In many parts of the country, signs of spring are emerging. But for those of us located in northern latitudes or at higher altitudes, spring still feels far away. In magazines and on social media, images of spring flowers abound and nurture a tiny seed of envy. To get me through these last cold days, I try to get outside and remember that there’s still a lot of beauty that can be found while the earth slumbers.
As the winter months drag on, it’s difficult to feel inspired. A look out my window reveals a brown, muted landscape. It’s uninspiring, to say the least. It’s even more difficult to muster the motivation to go outside when I hear the winds whip around my RV and feel the chill emanating from the windows.
Despite this, whenever I do venture outdoors with my camera, I am always happy that I did. Many of my favorite photographs are from fall and winter. Unlike the ostentatious beauty of spring and summer, winter is more reserved. It’s a quiet season. One that takes a curious eye to see its beauty and an open mind to love (I’m not quite there yet).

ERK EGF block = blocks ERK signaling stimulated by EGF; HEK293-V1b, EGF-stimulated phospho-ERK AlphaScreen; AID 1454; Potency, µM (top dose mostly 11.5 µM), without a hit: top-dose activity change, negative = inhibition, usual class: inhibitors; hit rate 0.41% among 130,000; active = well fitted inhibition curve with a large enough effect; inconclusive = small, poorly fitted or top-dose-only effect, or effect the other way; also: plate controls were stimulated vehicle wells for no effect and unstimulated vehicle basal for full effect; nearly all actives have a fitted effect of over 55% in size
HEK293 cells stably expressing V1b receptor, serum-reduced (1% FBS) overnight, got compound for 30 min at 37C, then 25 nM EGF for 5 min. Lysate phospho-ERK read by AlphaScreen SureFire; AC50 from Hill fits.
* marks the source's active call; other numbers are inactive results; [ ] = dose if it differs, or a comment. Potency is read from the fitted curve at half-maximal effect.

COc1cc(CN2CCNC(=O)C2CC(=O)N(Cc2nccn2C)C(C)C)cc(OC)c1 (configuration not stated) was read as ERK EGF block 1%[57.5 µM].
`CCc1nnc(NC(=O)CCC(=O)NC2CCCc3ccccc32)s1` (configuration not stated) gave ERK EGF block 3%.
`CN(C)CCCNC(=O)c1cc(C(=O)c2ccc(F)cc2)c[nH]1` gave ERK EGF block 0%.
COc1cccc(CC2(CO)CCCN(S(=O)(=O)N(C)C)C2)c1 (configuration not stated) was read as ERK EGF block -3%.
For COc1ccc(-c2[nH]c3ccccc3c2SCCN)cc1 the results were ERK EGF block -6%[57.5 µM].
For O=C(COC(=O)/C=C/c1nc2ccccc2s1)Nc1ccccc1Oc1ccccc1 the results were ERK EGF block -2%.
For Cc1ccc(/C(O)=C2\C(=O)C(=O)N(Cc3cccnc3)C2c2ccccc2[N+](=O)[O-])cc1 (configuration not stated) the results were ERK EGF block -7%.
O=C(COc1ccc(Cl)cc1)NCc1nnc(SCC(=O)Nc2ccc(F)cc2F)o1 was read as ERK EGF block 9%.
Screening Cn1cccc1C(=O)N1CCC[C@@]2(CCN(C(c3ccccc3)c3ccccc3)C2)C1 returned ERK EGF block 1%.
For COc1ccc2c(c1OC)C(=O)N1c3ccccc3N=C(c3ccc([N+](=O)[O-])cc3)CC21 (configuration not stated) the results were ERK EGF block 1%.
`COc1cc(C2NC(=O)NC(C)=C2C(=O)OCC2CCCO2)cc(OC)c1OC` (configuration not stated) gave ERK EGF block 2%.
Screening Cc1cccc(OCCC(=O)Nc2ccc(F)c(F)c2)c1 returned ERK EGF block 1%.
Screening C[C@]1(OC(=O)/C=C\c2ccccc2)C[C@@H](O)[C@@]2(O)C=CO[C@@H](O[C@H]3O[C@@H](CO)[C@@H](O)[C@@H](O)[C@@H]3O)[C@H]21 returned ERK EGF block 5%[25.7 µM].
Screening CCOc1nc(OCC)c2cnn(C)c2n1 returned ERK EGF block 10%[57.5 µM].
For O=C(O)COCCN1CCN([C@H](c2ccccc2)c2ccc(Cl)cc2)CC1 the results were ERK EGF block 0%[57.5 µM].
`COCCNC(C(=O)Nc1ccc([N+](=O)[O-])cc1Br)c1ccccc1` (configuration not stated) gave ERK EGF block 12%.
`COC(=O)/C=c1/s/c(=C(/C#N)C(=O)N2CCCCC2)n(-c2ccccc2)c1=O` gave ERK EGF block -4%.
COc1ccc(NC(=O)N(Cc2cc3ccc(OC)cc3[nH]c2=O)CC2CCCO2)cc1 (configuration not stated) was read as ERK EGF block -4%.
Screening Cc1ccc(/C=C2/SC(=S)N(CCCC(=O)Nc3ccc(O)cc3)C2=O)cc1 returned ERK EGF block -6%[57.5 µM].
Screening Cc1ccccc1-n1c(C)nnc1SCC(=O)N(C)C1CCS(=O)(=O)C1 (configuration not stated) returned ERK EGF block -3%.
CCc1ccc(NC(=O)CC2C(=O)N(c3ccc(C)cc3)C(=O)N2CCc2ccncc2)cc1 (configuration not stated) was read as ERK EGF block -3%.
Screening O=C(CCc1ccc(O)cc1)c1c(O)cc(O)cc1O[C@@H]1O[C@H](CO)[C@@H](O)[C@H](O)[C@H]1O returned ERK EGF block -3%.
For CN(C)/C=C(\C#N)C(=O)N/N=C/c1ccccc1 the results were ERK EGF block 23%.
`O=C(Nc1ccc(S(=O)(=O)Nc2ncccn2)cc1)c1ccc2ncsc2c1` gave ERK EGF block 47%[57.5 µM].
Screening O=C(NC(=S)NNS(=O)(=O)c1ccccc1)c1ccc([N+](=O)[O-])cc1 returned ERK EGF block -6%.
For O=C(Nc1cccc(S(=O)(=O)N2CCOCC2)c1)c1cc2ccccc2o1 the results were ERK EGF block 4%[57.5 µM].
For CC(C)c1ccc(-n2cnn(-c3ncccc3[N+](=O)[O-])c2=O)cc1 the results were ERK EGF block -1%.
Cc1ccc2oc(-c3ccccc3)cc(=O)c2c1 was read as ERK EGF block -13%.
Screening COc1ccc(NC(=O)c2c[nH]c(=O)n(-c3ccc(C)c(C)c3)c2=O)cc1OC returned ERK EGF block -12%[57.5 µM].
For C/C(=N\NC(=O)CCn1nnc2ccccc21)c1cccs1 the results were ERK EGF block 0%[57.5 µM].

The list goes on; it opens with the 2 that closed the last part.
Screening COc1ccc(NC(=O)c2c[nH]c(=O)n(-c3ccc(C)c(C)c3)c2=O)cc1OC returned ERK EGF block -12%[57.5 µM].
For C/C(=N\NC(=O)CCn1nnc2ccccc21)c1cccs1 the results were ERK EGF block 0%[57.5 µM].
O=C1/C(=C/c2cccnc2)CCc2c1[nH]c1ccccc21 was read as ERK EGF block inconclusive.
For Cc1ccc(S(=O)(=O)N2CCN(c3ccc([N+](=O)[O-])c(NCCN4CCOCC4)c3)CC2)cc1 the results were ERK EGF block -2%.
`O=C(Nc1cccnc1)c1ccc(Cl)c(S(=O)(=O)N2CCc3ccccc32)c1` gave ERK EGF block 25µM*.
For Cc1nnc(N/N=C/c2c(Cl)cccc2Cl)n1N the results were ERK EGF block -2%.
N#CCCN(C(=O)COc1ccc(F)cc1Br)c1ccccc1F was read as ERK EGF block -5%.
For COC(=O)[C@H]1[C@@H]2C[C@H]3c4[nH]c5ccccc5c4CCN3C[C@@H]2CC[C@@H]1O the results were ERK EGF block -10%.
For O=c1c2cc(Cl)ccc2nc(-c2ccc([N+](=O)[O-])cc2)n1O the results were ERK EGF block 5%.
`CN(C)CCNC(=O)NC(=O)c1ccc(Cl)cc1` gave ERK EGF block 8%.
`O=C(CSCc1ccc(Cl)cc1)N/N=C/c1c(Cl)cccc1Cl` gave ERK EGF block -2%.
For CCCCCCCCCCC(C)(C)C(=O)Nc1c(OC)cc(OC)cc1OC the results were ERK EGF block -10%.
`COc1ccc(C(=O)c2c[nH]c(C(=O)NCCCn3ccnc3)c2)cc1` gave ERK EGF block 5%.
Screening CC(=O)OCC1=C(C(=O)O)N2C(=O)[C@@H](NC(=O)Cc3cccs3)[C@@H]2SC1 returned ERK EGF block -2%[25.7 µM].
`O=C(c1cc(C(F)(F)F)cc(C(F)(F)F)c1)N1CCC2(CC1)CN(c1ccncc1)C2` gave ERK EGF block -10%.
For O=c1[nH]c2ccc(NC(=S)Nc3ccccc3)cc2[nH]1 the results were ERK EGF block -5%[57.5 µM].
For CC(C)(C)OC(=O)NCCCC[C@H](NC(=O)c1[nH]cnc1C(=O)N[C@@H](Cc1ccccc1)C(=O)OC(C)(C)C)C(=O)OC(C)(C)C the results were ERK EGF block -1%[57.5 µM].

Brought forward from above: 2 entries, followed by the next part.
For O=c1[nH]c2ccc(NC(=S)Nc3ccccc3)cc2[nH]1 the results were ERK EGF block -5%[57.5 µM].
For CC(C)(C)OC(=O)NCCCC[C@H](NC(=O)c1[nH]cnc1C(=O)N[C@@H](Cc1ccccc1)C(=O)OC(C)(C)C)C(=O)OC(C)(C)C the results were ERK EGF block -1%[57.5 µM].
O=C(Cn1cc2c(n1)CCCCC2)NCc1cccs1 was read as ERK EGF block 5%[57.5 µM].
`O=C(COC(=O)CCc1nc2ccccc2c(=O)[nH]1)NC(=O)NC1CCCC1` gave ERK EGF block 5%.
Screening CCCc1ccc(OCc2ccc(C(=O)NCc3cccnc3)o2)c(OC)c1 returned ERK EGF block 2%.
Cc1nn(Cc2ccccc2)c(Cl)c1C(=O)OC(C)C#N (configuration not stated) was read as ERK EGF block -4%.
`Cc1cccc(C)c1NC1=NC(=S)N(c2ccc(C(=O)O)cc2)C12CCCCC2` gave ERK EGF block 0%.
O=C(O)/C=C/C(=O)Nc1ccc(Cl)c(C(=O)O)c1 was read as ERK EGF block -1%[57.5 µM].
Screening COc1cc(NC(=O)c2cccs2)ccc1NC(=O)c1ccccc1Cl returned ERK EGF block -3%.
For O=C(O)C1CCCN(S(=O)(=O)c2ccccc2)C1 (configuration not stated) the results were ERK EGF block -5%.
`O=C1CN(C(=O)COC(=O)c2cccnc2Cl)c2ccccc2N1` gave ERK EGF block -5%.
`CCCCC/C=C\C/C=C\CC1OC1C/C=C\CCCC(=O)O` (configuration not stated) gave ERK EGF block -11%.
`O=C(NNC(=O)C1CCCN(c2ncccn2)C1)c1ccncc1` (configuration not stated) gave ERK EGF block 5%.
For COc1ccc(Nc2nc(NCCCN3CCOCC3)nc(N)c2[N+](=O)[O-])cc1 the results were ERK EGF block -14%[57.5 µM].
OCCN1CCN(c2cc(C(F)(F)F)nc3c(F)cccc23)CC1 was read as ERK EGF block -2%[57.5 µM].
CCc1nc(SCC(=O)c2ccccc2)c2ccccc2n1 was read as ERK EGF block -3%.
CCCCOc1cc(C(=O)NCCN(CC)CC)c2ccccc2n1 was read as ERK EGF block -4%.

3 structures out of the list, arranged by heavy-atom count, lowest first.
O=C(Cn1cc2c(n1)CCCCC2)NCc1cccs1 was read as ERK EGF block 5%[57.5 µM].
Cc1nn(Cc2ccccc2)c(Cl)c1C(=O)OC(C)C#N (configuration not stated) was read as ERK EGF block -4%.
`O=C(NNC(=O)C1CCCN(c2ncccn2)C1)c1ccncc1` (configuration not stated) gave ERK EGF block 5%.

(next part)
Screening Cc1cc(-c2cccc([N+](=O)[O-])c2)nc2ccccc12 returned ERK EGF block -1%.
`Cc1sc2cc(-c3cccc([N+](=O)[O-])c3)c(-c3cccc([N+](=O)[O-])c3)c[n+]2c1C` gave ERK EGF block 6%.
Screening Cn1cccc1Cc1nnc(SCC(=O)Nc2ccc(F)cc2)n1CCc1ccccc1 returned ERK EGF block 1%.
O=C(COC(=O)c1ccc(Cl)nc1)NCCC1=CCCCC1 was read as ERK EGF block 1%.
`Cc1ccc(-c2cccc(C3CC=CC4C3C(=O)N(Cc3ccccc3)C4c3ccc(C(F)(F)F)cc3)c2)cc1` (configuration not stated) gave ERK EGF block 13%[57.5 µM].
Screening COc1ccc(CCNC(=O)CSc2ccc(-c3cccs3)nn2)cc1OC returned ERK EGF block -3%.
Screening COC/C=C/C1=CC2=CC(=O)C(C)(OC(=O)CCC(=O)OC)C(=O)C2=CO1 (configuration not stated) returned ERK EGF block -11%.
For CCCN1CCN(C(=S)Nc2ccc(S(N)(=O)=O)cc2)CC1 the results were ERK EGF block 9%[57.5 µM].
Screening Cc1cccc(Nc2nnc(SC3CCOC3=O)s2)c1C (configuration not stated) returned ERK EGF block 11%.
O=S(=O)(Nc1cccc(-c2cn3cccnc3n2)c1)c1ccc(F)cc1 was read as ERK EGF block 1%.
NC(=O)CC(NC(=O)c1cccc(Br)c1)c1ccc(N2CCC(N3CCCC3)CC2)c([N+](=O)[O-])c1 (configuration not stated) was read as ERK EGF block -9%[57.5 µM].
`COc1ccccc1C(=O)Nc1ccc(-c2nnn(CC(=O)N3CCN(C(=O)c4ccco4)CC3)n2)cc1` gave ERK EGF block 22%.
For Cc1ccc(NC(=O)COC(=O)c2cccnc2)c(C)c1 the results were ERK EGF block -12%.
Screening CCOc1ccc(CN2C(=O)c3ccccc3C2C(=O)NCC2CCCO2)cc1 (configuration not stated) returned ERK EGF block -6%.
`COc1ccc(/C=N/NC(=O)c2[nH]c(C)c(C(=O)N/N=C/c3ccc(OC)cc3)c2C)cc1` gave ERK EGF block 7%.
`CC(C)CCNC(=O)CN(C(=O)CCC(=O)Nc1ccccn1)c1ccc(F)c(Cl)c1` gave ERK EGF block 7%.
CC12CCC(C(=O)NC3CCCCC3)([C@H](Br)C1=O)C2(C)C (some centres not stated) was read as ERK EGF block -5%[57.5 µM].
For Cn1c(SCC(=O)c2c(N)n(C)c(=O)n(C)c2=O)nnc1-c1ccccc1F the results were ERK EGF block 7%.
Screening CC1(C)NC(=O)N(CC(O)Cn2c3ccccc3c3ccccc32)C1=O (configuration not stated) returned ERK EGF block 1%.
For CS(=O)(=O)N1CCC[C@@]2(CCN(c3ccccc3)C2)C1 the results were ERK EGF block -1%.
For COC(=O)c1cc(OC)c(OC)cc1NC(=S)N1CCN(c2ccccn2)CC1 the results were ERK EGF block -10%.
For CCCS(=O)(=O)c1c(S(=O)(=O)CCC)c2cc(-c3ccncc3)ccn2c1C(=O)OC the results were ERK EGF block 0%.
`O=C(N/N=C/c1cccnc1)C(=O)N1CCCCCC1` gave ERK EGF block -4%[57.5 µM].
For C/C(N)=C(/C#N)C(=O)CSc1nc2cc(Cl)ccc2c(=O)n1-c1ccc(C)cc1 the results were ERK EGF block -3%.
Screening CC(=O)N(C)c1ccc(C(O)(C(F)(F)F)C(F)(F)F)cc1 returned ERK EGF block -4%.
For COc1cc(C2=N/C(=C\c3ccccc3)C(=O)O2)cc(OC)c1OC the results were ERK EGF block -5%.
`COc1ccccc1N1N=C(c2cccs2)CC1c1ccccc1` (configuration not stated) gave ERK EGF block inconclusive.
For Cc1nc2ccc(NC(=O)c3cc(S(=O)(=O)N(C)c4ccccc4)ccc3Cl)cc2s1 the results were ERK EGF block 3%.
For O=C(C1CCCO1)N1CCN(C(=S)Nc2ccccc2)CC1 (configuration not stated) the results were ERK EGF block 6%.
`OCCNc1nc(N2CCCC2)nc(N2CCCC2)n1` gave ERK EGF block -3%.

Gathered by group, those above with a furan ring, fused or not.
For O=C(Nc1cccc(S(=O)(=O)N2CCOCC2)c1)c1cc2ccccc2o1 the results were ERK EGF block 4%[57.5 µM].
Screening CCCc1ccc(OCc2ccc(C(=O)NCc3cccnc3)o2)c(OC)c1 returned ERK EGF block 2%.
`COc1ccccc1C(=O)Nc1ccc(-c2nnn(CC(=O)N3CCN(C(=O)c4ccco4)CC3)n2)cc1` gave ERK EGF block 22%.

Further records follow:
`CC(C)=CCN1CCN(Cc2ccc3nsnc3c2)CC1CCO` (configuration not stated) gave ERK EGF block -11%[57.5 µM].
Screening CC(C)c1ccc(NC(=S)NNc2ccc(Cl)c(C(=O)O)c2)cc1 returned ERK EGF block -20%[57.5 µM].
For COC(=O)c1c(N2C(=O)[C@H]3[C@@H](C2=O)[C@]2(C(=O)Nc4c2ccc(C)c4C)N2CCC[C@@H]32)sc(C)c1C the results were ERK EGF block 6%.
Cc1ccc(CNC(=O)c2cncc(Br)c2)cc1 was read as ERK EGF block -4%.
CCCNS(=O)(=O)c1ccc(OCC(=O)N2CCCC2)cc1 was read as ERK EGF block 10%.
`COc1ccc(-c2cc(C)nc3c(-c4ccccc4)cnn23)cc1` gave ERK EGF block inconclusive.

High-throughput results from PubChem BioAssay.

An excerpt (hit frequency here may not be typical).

At first glance, the landscape seems nothing more than gray and brown. It’s easy to think that no beauty can exist in such a dismal place. But look closer, and you’ll see there’s a vast array of subtle colors. In the forest, you’ll find ruddy oak leaves clinging to branches and the ground golden from fallen beech leaves. When lit from behind, dry ocher grasses transform a lifeless field. If you look closely at shrubs and trees, you’ll see new vermilion stems growing. When color is lacking, focus on form. With their branches bare, trees transform into wild sculptures. Their branches twist and contort, creating interesting silhouettes against bright winter skies.
In the gallery below are photographs that lightened my heart when winter seemed to drag on.
If you look closely at the natural world, you’ll find beauty. As you eagerly wait for spring, I encourage you to pick up your camera and talk a walk outside. Ample through your garden or on forest trails. Move slowly and stop often. Inspect the intricate shapes of dead seed heads and examine tree trunks, looking for unique patterns in the bark. You’ll feel better for it, and before long, you’ll see signs of spring emerging. I hope these photographs inspire you to get outside and explore, even if the warmth of spring seems distant.